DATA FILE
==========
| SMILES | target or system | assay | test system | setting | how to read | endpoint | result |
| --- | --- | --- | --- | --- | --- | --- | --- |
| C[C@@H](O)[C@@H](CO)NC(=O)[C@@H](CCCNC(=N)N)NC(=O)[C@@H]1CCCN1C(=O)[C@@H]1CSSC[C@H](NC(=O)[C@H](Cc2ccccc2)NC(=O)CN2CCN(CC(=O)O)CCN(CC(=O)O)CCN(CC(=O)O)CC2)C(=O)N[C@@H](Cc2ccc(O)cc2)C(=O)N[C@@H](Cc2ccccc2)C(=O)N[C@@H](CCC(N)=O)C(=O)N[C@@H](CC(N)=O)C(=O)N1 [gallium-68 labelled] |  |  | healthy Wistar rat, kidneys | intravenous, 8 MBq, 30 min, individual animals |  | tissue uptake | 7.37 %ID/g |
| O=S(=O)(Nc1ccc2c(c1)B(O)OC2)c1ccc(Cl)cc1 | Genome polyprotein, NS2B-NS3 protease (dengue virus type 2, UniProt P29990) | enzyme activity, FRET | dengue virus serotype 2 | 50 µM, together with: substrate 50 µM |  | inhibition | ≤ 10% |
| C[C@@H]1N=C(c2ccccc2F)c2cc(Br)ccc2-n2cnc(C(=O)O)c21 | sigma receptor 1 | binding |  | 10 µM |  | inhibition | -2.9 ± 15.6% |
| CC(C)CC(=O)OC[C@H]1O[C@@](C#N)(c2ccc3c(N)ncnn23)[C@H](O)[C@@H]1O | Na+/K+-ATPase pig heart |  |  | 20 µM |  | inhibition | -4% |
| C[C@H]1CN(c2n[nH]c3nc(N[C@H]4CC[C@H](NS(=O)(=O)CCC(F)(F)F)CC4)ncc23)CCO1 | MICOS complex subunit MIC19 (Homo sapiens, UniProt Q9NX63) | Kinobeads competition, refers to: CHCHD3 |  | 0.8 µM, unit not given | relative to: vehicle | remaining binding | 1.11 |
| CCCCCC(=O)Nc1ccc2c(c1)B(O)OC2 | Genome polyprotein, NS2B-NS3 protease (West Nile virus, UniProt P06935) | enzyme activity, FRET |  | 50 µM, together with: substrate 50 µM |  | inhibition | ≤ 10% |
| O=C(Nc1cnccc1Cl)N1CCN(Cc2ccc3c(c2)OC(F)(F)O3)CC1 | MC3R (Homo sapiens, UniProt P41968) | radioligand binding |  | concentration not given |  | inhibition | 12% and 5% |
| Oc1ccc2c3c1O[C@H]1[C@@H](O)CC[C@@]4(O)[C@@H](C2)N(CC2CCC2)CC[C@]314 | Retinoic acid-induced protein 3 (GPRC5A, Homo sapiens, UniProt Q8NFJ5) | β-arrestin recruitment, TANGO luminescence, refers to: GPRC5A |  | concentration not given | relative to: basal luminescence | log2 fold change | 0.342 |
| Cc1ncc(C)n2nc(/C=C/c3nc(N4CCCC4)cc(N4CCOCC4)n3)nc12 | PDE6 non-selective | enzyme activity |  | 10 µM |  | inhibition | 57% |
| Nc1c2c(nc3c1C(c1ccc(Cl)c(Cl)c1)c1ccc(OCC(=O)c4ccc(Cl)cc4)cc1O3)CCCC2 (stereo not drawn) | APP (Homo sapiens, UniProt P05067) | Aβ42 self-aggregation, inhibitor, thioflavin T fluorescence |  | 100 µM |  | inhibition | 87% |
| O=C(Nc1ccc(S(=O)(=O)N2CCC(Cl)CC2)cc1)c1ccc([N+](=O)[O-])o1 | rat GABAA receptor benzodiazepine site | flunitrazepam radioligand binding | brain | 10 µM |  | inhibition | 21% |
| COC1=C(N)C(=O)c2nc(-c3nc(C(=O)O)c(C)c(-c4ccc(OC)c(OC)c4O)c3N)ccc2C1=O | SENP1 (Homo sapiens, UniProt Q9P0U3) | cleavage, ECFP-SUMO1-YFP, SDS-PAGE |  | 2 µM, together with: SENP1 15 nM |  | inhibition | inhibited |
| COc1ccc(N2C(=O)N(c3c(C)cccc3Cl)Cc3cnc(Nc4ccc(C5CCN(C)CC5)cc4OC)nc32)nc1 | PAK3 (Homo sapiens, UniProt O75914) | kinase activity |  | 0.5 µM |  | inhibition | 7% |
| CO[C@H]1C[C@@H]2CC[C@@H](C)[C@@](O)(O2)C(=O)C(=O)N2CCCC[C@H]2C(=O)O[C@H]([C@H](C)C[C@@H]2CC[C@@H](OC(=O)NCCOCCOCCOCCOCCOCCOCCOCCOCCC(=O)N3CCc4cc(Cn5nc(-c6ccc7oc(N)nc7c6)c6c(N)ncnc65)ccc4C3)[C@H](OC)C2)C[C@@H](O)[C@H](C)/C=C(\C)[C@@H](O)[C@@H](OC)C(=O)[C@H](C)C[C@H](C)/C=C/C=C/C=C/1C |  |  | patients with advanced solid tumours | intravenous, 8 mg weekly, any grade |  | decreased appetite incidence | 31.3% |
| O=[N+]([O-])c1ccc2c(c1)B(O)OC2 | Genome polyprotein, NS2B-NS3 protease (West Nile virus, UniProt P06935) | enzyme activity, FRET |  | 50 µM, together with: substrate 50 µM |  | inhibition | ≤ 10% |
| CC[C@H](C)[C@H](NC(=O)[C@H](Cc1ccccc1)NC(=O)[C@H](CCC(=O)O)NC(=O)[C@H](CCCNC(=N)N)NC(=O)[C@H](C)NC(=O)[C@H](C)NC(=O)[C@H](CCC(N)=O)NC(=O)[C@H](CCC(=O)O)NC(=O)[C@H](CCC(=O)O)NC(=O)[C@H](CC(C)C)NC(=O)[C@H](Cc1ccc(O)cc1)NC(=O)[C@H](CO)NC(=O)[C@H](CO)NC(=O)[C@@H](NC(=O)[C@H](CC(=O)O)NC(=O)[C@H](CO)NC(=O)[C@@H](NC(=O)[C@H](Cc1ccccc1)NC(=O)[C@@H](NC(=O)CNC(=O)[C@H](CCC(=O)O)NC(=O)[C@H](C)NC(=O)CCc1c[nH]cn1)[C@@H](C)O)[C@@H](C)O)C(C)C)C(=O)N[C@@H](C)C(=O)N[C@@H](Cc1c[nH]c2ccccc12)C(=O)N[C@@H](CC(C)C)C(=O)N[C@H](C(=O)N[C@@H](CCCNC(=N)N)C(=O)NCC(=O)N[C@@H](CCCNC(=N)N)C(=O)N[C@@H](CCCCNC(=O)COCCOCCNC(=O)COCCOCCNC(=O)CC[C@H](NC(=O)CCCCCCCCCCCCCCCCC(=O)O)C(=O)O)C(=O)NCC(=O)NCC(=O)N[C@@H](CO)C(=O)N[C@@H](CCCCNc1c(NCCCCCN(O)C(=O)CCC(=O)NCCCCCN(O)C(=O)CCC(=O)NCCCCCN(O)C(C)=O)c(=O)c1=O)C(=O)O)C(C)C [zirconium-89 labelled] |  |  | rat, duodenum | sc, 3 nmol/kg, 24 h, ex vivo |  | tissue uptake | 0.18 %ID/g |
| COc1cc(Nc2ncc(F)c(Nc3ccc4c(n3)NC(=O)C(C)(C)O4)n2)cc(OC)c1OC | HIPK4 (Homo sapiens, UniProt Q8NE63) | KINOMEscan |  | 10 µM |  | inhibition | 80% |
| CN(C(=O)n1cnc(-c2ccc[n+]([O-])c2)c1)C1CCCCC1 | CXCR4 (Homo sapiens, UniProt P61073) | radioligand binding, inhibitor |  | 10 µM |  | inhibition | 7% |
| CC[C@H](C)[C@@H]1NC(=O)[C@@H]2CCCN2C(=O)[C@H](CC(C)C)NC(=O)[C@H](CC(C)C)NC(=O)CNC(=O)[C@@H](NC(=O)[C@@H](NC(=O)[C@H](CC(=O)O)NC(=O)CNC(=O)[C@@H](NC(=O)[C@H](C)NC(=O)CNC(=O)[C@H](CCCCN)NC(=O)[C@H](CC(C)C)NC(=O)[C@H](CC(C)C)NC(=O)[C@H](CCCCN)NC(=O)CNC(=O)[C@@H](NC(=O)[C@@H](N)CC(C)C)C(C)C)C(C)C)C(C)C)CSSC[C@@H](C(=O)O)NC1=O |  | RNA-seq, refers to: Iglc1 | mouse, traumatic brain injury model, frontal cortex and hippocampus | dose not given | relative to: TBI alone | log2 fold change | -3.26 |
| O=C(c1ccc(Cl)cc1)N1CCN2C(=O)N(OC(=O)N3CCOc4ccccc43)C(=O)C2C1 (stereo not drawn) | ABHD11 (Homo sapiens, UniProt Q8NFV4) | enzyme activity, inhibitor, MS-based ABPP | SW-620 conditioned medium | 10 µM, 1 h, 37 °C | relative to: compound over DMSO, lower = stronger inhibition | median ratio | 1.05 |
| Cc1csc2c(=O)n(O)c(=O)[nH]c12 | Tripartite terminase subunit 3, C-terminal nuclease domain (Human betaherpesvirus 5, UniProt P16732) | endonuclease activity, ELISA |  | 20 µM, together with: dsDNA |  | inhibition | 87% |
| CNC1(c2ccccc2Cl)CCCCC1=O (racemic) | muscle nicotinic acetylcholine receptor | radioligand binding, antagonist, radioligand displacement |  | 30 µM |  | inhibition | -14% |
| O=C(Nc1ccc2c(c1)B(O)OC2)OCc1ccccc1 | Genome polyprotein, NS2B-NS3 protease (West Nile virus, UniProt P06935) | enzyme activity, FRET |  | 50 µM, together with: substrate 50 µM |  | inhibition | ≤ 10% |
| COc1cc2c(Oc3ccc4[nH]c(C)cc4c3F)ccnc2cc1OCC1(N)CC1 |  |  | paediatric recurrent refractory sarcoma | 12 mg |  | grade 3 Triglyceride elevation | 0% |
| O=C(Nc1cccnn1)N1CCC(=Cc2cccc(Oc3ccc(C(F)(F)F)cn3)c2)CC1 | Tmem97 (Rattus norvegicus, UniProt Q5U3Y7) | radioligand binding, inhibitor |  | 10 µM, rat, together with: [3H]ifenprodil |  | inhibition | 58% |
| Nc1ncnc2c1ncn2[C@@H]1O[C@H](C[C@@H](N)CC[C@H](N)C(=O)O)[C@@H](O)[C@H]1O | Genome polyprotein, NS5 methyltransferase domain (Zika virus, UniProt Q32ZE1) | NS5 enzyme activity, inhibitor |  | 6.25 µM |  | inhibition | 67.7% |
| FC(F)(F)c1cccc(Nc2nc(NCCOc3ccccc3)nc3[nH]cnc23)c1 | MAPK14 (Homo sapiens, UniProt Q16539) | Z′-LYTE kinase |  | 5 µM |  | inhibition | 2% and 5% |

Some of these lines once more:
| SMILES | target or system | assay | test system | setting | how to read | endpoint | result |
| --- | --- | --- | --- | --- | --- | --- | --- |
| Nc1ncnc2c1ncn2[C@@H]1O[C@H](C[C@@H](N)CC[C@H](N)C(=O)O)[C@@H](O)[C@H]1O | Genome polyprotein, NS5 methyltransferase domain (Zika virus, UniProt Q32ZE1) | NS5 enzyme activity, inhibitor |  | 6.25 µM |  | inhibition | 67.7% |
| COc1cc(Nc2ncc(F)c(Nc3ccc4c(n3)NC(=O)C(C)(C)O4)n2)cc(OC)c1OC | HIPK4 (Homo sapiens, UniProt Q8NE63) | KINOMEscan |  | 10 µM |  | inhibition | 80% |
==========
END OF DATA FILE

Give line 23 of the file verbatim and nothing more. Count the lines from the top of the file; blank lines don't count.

| Cc1csc2c(=O)n(O)c(=O)[nH]c12 | Tripartite terminase subunit 3, C-terminal nuclease domain (Human betaherpesvirus 5, UniProt P16732) | endonuclease activity, ELISA |  | 20 µM, together with: dsDNA |  | inhibition | 87% |